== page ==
Kellogg said he has been in detailed discussions with officials from the ports of Los Angeles and Long Beach about how his project can help solve supply chain problems. 

“Both ports are very interested in what we’re doing and both ports have been very encouraging,” Kellogg said.

Mario Cordero, executive director of the Port of Long Beach, said he supports the Mojave Inland Port project.

“Being surrounded by the dense urban areas of Long Beach and South Los Angeles, there is limited real estate available,” Cordero said in a statement. “The Mojave Inland Port is the type of innovative solution that will alleviate congestion and allow dockworkers to do their jobs more efficiently, getting goods to businesses and consumers faster.”

Mojave Inland Port will be a rail relief valve

The Mojave Inland Port site will offer truck, rail and air cargo transportation options. The site is located adjacent to the Mojave Air and Space Port, a fully operational airport with a 12,500-foot runway, capable of accommodating large commercial cargo planes.

A Union Pacific rail line runs through the site. Officials for Union Pacific said they have been in contact with Pioneer Partners, but declined to comment on any agreements or whether they would need to build any additional rail lines or infrastructure for the inland port project.

“Union Pacific is in discussion with the project proponents and looks forward to learning more about customer demand,” Susan Stevens, a spokeswoman for Omaha, Nebraska-based Union Pacific, said in an email to FreightWaves. 

The project received a boost on Aug. 9 when officials in Kern County, where the inland port site is located, issued permits for its zoning and site plans.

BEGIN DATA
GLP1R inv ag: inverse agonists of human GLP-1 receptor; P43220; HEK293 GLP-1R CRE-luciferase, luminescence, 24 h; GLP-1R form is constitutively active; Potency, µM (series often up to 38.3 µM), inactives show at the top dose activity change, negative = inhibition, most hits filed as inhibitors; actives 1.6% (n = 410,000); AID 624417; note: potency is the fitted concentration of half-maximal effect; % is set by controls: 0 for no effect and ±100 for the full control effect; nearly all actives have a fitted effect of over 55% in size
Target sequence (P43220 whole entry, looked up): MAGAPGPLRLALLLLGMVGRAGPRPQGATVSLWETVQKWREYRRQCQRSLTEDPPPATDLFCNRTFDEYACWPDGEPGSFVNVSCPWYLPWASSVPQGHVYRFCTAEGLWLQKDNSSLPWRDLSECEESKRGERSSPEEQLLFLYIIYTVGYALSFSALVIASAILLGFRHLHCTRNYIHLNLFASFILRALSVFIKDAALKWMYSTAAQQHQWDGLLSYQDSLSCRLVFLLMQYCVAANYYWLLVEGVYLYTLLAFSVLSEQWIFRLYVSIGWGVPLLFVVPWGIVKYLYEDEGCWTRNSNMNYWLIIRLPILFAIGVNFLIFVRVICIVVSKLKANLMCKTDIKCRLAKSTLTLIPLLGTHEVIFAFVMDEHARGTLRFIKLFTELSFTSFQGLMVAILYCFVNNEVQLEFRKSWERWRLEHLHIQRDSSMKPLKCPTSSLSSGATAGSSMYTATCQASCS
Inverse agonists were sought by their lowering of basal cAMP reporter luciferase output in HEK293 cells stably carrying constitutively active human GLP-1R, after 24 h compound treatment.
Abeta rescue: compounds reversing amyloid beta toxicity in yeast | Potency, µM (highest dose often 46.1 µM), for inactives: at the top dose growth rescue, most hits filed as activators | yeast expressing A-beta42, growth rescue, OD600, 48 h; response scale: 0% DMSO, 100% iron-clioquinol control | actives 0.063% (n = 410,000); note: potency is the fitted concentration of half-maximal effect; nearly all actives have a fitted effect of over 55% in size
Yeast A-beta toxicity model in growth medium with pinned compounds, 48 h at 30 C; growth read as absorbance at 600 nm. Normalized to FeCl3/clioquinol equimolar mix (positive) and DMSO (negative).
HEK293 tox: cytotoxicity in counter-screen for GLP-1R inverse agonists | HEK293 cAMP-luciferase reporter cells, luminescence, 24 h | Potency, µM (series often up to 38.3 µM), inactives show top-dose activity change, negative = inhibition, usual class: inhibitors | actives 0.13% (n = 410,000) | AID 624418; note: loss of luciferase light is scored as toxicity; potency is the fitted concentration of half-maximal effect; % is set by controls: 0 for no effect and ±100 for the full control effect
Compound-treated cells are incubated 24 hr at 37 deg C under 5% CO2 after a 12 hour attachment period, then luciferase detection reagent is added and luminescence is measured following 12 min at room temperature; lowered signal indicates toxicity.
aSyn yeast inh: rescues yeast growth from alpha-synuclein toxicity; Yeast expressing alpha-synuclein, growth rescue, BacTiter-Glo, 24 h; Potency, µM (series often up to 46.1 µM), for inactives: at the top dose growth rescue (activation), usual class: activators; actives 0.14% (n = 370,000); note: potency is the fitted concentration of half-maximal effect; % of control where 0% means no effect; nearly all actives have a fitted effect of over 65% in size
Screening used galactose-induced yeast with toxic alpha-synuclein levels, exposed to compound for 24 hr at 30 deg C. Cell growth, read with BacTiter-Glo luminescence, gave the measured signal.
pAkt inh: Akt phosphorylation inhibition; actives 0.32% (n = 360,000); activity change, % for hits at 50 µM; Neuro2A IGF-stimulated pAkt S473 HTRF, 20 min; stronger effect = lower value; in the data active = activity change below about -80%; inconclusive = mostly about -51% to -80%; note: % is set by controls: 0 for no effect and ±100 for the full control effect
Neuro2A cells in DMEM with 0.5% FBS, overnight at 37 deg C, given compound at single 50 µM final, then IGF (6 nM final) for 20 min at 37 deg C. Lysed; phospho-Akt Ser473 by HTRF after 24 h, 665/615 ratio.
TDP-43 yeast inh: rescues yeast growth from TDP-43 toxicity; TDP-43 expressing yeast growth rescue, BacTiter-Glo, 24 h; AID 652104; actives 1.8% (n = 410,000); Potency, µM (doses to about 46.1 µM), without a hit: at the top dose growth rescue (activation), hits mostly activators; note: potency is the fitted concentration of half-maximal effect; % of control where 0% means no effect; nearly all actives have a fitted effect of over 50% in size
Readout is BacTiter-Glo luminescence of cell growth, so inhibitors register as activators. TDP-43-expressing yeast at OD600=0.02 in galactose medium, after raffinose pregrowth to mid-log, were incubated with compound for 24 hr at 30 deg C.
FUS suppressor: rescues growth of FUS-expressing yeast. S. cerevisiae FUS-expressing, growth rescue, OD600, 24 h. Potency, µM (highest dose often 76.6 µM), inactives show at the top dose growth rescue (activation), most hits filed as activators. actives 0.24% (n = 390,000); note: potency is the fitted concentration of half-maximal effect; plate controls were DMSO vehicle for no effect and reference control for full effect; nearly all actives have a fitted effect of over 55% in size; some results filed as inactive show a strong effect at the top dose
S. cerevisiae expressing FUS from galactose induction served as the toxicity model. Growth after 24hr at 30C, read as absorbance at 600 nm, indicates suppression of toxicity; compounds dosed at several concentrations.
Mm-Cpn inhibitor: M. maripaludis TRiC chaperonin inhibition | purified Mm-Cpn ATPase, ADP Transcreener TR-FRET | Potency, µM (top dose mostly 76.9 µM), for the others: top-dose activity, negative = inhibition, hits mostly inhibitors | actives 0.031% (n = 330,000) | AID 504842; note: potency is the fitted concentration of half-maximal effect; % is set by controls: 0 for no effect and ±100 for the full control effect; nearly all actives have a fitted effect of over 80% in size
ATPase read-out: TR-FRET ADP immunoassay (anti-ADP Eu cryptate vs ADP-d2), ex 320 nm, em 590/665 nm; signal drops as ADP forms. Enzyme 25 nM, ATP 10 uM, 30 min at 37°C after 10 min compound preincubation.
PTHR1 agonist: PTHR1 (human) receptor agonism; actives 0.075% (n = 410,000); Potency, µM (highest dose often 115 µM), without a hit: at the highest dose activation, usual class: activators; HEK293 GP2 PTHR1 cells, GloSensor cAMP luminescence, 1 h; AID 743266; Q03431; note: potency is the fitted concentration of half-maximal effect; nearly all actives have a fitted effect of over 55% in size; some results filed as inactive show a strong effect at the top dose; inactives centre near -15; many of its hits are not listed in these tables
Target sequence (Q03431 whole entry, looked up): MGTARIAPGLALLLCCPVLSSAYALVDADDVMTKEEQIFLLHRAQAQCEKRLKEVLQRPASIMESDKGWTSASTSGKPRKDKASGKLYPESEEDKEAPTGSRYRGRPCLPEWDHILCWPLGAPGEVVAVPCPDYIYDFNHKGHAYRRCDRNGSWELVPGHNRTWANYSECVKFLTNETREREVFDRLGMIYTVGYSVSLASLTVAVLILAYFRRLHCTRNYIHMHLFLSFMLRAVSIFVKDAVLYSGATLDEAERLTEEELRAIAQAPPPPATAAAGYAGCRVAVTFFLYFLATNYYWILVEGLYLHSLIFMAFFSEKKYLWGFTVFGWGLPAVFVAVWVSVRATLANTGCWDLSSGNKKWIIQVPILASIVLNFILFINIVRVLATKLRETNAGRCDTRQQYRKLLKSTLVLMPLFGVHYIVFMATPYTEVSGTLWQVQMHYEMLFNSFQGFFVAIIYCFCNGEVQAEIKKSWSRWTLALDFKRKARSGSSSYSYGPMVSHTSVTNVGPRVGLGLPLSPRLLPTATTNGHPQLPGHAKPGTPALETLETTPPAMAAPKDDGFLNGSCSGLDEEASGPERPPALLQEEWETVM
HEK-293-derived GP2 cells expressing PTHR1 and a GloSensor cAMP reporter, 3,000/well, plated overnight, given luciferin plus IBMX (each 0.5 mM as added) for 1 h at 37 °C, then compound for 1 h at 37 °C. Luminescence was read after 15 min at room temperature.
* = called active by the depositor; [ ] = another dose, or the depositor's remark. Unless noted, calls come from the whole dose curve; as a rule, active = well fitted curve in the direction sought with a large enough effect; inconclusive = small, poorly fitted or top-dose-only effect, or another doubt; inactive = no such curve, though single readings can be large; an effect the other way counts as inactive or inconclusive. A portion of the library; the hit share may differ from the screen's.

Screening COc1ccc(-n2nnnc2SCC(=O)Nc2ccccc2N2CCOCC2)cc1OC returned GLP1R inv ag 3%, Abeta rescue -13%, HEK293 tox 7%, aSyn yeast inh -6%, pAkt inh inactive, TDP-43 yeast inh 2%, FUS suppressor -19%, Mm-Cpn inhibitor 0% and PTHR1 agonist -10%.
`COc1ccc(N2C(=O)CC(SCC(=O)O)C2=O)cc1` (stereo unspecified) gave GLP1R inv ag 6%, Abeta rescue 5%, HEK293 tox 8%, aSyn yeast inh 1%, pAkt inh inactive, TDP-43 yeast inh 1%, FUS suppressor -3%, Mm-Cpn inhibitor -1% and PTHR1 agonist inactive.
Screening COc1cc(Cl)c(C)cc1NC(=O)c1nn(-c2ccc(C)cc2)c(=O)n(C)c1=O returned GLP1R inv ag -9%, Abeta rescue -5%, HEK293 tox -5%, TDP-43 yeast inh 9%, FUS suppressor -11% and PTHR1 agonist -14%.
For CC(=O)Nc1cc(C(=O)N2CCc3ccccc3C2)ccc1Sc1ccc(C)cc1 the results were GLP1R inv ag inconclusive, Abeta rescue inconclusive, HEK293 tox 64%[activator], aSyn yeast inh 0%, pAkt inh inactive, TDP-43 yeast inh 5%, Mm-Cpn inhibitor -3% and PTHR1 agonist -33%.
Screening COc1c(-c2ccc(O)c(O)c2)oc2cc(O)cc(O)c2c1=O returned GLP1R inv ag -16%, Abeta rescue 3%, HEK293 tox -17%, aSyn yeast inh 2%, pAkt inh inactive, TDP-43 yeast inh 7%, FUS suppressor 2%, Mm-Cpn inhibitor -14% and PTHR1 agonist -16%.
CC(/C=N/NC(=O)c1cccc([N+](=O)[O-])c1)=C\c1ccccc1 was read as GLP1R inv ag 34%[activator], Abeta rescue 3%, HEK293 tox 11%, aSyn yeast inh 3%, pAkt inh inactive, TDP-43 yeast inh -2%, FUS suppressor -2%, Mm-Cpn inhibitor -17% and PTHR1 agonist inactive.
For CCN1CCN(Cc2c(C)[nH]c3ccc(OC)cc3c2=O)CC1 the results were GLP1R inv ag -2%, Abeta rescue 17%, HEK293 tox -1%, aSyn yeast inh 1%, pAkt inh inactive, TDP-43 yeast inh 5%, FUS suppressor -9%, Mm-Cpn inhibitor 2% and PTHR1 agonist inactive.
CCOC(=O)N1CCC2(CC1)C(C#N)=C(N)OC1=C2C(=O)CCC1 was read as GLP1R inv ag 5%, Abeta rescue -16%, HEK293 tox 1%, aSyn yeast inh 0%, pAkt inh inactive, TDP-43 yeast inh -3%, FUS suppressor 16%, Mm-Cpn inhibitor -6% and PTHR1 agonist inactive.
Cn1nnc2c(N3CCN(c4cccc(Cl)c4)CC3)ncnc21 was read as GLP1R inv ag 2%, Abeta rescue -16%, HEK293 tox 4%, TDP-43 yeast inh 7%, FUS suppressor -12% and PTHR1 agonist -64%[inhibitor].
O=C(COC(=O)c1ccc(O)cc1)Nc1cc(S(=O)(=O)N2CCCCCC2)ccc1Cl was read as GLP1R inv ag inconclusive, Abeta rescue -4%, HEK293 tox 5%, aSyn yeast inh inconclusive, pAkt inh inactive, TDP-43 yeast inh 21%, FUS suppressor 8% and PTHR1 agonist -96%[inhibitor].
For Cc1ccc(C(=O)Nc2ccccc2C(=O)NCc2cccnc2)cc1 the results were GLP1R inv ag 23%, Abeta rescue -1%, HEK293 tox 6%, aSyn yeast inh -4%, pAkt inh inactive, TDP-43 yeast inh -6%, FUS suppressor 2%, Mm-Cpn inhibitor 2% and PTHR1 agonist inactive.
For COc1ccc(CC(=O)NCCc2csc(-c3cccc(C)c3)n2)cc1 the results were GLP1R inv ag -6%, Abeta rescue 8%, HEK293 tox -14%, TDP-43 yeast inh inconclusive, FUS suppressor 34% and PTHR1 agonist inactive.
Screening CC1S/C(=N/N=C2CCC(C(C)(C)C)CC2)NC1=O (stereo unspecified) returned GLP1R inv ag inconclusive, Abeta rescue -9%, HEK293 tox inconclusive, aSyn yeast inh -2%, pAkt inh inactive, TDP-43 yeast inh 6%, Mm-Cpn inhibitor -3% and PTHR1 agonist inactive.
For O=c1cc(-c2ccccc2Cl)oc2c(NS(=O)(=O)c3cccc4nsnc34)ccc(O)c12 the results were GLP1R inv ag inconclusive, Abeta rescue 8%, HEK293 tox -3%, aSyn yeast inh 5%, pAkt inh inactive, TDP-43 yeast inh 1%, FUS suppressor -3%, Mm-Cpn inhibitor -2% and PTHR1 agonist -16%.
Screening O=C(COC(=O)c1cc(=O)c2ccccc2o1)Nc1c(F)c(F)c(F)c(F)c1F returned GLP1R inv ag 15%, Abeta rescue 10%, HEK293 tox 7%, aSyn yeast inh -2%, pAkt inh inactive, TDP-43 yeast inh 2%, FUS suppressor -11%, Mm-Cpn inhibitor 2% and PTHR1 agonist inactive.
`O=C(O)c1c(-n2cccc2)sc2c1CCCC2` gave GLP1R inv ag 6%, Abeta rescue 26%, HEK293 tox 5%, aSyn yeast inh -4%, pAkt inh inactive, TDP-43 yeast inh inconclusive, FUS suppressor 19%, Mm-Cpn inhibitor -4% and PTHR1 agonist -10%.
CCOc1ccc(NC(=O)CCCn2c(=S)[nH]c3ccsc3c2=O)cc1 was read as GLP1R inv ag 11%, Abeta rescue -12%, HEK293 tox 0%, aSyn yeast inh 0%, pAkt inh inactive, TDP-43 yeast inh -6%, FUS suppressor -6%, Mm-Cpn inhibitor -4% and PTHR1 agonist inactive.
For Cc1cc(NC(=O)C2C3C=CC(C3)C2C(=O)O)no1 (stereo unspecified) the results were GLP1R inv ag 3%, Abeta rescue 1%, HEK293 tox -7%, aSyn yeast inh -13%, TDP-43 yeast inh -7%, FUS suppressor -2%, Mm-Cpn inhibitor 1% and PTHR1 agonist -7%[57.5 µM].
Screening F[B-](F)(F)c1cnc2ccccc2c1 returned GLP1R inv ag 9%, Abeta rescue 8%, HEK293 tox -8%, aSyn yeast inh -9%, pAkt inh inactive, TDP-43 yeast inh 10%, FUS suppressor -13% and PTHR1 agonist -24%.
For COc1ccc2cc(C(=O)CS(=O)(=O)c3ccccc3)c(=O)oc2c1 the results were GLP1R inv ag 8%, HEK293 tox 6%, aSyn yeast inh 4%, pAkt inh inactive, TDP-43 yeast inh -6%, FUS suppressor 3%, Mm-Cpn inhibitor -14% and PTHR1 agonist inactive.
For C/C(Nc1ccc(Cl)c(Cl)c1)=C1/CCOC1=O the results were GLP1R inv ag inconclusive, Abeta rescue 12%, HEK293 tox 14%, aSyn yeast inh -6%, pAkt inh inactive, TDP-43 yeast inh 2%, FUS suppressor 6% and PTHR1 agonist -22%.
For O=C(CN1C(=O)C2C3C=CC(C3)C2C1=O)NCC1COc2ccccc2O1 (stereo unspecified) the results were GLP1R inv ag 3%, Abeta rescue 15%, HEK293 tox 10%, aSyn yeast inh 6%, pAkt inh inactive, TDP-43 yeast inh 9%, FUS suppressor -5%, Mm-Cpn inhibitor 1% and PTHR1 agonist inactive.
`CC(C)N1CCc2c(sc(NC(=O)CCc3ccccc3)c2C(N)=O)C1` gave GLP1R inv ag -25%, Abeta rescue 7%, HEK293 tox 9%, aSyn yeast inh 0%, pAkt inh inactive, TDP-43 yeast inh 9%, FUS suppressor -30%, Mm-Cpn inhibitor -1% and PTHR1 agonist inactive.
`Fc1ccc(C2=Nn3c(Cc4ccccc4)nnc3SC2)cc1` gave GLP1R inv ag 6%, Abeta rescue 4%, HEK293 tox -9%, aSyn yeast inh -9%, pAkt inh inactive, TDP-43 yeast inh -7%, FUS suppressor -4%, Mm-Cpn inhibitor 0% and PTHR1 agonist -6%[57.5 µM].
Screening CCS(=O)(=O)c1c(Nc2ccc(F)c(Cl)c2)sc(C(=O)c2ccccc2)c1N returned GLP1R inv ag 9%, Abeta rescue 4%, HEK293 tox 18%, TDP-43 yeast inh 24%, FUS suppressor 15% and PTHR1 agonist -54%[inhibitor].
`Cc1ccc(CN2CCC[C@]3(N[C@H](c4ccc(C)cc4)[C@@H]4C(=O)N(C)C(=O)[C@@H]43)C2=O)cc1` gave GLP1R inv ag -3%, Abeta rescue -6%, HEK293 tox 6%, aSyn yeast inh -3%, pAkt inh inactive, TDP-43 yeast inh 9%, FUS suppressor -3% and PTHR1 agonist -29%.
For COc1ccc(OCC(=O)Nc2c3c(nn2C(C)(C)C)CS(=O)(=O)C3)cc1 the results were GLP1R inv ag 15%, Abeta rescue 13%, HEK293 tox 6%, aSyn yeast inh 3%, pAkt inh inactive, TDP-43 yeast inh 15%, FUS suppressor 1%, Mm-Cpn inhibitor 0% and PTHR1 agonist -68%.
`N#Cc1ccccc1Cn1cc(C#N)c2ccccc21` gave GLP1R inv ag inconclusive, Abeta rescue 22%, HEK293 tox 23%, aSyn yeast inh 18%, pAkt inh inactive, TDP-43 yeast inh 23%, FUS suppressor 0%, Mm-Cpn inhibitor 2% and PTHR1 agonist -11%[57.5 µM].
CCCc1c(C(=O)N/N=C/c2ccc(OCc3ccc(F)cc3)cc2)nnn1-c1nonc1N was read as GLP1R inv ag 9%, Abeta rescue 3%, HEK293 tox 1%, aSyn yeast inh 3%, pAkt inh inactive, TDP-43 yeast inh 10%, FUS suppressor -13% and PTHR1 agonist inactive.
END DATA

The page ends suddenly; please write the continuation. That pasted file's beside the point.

The next step for the desert port is for Pioneer Partners to work with Kern County officials to secure building permits, with a groundbreaking scheduled for next year. The desert port is scheduled to become fully operational in 2024.

“Now that we have the permits, we’ve started detailed engineering and we have also started conversations with a number of beneficial cargo owner (BCO) companies, and now we’re continuing conversations with Los Angeles and Long Beach and leaders and elected officials,” Kellogg said.

The Mojave Inland Port will most likely service containers transporting consumer goods coming from Asia, which represents as much as 40% of the freight that travels through the ports of Los Angeles and Long Beach. 

“Our proposal for BCOs is not that they locate a distribution center in Mojave, they can if they want to, obviously,” Kellogg said. “But we think we can serve them better by saying, ‘We’ll accept your containers, handle them in the Mojave and dispatch them to distribution centers that you already have.’”

Kellogg also said the project, which is estimated to cost about $75 million, will be financed privately.

“We’re not looking for federal or state money or foreign sources,” Kellogg said. 

Pioneer Partners purchased the 400-acre Mojave site back in 1991 and has held onto it for more than 30 years, waiting for the right opportunity to arrive.

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    1. Rocky

      Perhaps two or three more sites to keep the boxes moving. For a small town with rail and land, a few hundred acres, this will be a nice earner.

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Noi Mahoney

Noi Mahoney is a Texas-based journalist who covers cross-border trade, logistics and supply chains for FreightWaves. He graduated from the University of Texas at Austin with a degree in English in 1998. Mahoney has more than 20 years experience as a journalist, working for newspapers in Maryland and Texas. Contact [email protected]